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The rise and fall of David's Bridal: The bridal-dress destination is looking for a comeback after its second bankruptcy

Person walks by exterior of David's Bridal store
David's Bridal filed for bankruptcy in April and was sold in July to Cion Investment Corp.Spencer Platt/Getty Images
  • David's Bridal filed for bankruptcy in April and was sold in July to Cion Investment Corp.

  • David's Bridal got its start as a single boutique in Florida and grew to be the largest bridal retailer in the US.

  • Here's how the company evolved since its founding in 1950, before struggling amid a changing bridal industry.

David's Bridal was founded by David Reisberg in 1950 as a single bridal shop in Fort Lauderdale, Florida

david's bridal
James A. Finley/AP Photo

The company was later purchased and expanded under new owners, Philip Youtie and Steven Erlbaum.

Source: AP, Philadelphia Business Journal

In its early years, David's Bridal operated both boutiques and wedding dress warehouses where a bride could get a designer-like wedding dress on the cheap

Woman looks through wedding gowns on racks at David's Bridal store
Anne Cusack/Los Angeles Times via Getty Images

"We get people who are getting married in two weeks and just don't have the time for all of that," Youtie told the South Florida Sun Sentinel in 1991.

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Source: South Florida Sun Sentinel

The formula worked. The company filed for an initial public offering in 1999.

David's Bridal
AP

By 1999, David's Bridal employed 1,445 people, operated 80 stores in 30 states, and had reported more than $132 million in sales.

Source: Philadelphia Business Journal

By 2000, David's Bridal was the nation's largest bridal retailer and had caught the attention of May Department Stores, then the parent company of Lord & Taylor

david's bridal 2013
The entrance to a David's Bridal store in Orlando, Florida, in 2018.John Raoux/AP Images

May bought David's Bridal for $436 million as part of a bid to expand its bridal registry business.

Source: The Wall Street Journal

May later merged with Federated Department Stores — or, as we know it today, Macy's

Racks of wedding dresses hang inside David's Bridal store
Spencer Platt/Getty Images

In order to offload some of its debt, Federated put David's Bridal up for sale, and in 2006, investment firm Leonard Green & Partners bought it for $750 million.

Source: Los Angeles Times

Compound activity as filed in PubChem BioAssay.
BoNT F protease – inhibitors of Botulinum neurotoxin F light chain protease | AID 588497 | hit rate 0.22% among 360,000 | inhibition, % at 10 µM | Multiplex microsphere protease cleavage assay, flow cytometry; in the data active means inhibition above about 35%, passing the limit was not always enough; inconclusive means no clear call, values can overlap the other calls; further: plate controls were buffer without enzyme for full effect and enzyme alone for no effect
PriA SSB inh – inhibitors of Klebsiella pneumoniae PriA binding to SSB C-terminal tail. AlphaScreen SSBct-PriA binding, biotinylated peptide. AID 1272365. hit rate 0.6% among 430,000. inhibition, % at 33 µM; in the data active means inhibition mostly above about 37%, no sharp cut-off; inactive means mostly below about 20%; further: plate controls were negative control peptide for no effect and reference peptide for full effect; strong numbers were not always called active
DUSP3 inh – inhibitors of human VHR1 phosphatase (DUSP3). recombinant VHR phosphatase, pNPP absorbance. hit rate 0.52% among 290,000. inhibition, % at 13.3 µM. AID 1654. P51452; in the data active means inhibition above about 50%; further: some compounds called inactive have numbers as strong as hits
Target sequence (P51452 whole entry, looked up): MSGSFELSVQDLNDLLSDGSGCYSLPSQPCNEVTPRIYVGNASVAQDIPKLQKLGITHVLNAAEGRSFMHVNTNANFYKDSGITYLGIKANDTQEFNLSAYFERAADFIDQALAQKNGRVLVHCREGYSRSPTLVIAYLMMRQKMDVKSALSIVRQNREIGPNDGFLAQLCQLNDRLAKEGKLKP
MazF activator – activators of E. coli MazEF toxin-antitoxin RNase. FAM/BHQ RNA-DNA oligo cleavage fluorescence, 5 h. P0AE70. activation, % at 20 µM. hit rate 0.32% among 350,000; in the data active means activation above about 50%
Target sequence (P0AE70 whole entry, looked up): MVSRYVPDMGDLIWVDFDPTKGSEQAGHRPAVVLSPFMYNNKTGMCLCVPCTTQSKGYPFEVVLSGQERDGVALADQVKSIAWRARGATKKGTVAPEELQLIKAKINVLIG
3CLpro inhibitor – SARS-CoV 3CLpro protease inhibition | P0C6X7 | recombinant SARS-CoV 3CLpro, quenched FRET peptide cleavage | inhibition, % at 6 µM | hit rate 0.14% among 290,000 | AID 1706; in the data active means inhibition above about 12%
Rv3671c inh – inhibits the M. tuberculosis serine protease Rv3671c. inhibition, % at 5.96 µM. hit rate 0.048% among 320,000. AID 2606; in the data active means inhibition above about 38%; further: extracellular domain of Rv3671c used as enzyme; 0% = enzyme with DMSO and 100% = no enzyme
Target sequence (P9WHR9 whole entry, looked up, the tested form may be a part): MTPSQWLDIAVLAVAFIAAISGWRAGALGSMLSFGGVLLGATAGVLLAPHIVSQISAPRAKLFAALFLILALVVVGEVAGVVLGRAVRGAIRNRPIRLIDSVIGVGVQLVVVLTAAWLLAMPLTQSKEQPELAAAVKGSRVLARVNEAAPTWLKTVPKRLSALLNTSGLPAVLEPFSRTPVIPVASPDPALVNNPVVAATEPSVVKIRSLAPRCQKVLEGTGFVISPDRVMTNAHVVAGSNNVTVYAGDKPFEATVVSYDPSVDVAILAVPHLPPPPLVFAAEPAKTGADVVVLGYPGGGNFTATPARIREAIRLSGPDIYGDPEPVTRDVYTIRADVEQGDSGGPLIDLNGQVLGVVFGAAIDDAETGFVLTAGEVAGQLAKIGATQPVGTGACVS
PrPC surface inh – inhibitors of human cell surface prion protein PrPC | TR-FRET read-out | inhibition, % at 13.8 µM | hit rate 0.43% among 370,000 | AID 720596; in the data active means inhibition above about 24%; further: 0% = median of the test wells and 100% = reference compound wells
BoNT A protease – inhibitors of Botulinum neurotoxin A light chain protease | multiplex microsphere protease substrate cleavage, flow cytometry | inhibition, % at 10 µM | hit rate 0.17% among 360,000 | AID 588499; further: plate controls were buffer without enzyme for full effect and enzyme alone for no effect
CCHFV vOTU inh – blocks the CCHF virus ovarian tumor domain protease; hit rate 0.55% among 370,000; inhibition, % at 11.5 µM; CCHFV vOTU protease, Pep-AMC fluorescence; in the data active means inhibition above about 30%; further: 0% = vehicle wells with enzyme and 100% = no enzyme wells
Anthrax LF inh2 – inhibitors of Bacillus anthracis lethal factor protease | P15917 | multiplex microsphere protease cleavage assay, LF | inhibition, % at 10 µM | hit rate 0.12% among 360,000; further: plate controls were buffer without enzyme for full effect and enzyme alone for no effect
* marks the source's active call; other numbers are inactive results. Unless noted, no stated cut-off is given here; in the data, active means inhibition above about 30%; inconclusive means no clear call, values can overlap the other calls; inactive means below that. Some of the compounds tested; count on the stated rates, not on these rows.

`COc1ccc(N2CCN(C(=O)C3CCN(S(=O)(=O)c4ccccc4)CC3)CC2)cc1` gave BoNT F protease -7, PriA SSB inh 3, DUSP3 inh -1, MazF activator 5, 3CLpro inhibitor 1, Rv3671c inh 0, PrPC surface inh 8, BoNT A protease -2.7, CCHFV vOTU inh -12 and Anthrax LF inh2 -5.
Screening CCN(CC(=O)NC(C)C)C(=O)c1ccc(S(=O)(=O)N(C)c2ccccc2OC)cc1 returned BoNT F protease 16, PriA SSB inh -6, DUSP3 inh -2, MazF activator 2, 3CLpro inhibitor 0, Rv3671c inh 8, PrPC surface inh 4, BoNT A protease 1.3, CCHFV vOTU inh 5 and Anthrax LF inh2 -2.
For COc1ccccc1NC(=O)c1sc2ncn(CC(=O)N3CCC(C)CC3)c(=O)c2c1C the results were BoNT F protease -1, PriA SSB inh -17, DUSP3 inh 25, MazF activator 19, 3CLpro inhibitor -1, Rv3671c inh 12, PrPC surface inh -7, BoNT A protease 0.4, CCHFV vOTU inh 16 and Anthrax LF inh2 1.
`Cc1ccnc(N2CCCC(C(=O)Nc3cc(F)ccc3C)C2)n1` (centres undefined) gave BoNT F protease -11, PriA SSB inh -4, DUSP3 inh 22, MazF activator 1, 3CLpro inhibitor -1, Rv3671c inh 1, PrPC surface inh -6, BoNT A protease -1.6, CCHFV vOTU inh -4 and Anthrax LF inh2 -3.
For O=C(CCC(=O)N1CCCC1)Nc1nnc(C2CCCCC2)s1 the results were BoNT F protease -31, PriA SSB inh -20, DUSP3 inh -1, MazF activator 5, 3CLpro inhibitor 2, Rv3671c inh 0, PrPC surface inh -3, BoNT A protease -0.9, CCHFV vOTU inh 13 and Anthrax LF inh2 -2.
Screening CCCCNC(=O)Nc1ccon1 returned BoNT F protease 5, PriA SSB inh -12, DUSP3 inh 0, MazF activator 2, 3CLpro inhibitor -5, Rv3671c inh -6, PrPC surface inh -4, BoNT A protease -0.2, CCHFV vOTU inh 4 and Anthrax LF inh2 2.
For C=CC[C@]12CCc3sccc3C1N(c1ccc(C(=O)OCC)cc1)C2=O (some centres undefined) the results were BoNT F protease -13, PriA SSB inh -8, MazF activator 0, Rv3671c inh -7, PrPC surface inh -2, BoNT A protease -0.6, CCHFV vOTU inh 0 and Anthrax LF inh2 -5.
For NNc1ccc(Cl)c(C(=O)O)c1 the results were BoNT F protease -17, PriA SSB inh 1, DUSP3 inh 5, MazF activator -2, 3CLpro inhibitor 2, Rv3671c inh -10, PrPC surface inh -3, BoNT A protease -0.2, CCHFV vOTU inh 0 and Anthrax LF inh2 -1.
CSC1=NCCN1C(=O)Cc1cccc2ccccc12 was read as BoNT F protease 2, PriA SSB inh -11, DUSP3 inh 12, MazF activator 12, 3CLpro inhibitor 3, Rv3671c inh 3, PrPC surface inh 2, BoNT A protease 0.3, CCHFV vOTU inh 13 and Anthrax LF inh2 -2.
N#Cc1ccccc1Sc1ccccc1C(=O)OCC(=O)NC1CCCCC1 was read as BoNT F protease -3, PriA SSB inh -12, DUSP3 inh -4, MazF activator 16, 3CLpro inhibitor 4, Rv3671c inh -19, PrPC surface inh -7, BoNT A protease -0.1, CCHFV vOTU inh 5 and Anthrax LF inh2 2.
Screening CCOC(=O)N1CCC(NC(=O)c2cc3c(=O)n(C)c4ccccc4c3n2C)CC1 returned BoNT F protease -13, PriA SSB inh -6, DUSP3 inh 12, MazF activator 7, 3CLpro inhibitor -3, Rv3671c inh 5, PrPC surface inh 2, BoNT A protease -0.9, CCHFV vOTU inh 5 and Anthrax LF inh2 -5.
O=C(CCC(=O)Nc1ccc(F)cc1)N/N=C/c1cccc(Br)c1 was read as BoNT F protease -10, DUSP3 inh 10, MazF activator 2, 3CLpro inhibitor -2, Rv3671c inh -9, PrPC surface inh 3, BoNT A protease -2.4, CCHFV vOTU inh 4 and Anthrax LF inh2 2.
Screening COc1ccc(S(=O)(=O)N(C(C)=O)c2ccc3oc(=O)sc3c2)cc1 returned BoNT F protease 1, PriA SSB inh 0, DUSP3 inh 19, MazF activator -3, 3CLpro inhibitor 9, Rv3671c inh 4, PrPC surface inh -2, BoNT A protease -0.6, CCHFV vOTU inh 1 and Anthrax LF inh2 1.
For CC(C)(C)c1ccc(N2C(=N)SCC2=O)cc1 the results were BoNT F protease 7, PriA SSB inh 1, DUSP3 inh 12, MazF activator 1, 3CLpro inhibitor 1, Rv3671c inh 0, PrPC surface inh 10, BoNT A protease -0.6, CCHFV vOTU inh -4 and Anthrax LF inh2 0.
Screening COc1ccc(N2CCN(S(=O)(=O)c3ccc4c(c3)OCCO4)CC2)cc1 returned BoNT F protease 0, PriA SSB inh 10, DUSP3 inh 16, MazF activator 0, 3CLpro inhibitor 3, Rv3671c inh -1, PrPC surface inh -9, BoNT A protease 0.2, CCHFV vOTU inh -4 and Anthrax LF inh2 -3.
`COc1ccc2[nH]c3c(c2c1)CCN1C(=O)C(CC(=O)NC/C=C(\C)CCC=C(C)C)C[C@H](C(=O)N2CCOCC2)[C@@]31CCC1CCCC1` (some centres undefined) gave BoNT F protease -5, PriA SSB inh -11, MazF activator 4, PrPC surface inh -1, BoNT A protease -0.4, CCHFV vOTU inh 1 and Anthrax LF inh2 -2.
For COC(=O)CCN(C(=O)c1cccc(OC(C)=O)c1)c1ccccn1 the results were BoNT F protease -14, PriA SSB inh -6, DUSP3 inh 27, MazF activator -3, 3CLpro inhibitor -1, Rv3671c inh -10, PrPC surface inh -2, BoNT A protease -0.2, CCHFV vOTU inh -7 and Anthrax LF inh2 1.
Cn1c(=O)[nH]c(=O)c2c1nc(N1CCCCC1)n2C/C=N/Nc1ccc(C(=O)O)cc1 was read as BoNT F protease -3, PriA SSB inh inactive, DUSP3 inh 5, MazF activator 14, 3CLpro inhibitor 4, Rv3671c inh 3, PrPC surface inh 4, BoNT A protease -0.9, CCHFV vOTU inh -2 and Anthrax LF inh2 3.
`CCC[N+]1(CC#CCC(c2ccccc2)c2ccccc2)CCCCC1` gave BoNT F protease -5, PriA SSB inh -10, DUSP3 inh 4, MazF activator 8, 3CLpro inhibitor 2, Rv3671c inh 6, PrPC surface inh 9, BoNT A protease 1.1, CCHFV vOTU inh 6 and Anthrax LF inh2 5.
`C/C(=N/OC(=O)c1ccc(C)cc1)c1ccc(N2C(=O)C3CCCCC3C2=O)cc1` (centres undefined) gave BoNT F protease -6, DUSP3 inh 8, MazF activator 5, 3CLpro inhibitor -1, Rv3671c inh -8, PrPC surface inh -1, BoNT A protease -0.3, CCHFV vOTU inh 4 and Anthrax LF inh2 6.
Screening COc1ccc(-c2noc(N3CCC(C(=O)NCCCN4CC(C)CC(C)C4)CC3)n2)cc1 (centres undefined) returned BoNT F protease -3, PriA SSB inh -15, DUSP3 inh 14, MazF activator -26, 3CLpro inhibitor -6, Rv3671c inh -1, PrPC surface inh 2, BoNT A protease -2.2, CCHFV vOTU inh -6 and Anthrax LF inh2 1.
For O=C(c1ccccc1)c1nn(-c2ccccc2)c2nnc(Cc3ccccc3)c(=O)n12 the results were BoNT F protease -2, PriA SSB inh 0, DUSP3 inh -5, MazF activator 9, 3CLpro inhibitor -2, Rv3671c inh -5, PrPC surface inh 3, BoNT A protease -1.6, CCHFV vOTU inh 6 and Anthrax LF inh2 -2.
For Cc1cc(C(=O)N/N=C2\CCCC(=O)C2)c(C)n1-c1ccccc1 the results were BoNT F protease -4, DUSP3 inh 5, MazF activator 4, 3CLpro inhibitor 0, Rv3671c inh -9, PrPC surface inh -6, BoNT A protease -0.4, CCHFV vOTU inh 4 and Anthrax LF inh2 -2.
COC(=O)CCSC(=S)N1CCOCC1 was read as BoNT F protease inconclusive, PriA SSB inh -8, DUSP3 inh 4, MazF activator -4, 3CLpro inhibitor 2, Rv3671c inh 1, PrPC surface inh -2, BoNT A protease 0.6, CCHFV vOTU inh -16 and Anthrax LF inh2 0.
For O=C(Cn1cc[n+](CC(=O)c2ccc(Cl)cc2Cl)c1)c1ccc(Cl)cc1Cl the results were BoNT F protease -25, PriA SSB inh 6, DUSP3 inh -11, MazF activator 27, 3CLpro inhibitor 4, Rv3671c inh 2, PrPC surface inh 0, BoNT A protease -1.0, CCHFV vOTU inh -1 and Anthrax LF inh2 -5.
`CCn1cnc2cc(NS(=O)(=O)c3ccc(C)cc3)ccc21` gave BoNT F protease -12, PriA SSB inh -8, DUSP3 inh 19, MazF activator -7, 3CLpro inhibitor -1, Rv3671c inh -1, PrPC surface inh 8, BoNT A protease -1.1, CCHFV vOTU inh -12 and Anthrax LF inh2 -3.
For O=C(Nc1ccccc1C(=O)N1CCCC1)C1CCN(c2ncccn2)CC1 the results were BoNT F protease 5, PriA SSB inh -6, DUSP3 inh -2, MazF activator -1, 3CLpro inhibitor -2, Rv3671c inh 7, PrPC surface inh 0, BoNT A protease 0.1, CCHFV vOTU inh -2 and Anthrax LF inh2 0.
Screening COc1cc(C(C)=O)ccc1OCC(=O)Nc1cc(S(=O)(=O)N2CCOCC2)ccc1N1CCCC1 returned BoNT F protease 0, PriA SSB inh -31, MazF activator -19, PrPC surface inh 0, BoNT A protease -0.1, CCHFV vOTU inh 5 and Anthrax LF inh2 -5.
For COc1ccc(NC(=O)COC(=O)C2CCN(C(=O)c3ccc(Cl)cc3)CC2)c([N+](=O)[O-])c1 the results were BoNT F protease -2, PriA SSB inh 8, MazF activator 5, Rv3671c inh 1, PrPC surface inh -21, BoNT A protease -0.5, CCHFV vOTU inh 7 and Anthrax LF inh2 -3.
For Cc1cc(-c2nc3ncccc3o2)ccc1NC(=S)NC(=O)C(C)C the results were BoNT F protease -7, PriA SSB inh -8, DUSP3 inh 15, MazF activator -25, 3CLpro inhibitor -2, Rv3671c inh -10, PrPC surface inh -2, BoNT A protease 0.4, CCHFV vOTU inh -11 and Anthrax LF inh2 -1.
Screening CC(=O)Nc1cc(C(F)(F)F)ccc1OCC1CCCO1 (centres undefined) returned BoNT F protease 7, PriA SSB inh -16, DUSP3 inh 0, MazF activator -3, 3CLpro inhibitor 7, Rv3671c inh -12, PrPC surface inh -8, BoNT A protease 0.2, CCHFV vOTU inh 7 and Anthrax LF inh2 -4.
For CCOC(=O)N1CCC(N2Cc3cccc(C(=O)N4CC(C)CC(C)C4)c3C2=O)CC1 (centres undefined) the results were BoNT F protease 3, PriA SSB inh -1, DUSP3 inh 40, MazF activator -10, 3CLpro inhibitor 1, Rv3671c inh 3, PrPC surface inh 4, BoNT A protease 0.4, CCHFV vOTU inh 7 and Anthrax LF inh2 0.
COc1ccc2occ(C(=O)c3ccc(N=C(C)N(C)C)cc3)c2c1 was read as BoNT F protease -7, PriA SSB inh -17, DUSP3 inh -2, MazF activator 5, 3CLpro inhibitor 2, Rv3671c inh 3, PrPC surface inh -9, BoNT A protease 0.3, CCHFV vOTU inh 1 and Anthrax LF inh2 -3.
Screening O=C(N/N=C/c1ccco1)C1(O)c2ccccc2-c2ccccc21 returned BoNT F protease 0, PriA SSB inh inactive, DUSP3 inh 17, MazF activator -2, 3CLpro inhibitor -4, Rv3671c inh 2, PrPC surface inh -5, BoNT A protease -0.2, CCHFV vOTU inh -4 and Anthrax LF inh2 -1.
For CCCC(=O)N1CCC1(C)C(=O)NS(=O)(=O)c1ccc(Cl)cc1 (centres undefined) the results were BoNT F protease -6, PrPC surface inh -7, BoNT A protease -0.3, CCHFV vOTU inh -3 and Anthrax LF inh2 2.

But the sale came at a time when the bridal industry was beginning to change

Woman wearing wedding dress and veil inside David's Bridal store surrounded by women
Anne Cusack/Los Angeles Times via Getty Images

While David's Bridal offered some pricier gowns, it was known primarily for affordable wedding dresses, and the lower end of the bridal market had become saturated. Plus, high-end designers had started to launch their own couture bridal lines and brides were starting to spend thousands of dollars on their dream dress.

Source: Los Angeles Times

So David's Bridal started chasing after higher-end brides

Scott Key David's Bridal with Vera Wang
Former David's Bridal CEO Scott Key with designer Vera Wang.Cindy Ord/Getty Images

In 2010, famed bridal designer Vera Wang announced that she would design a collection of stylish but affordable gowns for David's Bridal. Prices started around $600 — by comparison, a typical Vera Wang wedding gown started around $4,000 at the time.

Source: The Cut

In 2012, David's Bridal sold again, this time to private equity firm Clayton, Dubilier & Rice

Blurred person walks by wedding dress in David's Bridal store window
Spencer Platt/Getty Images

The leveraged buyout valued the retailer at $1.05 billion, but saddled it with debt at a time when the wedding industry was changing rapidly.

Source: The New York Times

Marriage rates were on the decline at the same time that gown shopping continued to evolve

Mannequin in wedding gown in front of rack of dresses at BHLDN
A BHLDN store in 2014.Patrick Whittemore/MediaNews Group/Boston Herald via Getty Images

Many brides were spending more than ever on their gowns — $1,564 on average by 2016 — or were opting to shop online at sites like ASOS, Reformation, and Anthropologie's BHLDN line.

Source: The New York Times, Insider

Plus, whether accurate or not, David's Bridal had the reputation of "the Walmart of weddings," as Racked put it at the time

Bride and groom kiss under canopy during outdoor wedding ceremony with guests in background
Catherine Delahaye/Getty Images

The 2010s bride was planning her wedding with the help of Pinterest and Instagram, which encouraged a more customized experience — one that didn't necessarily involve a cookie-cutter dress and a dozen matching bridesmaids dresses.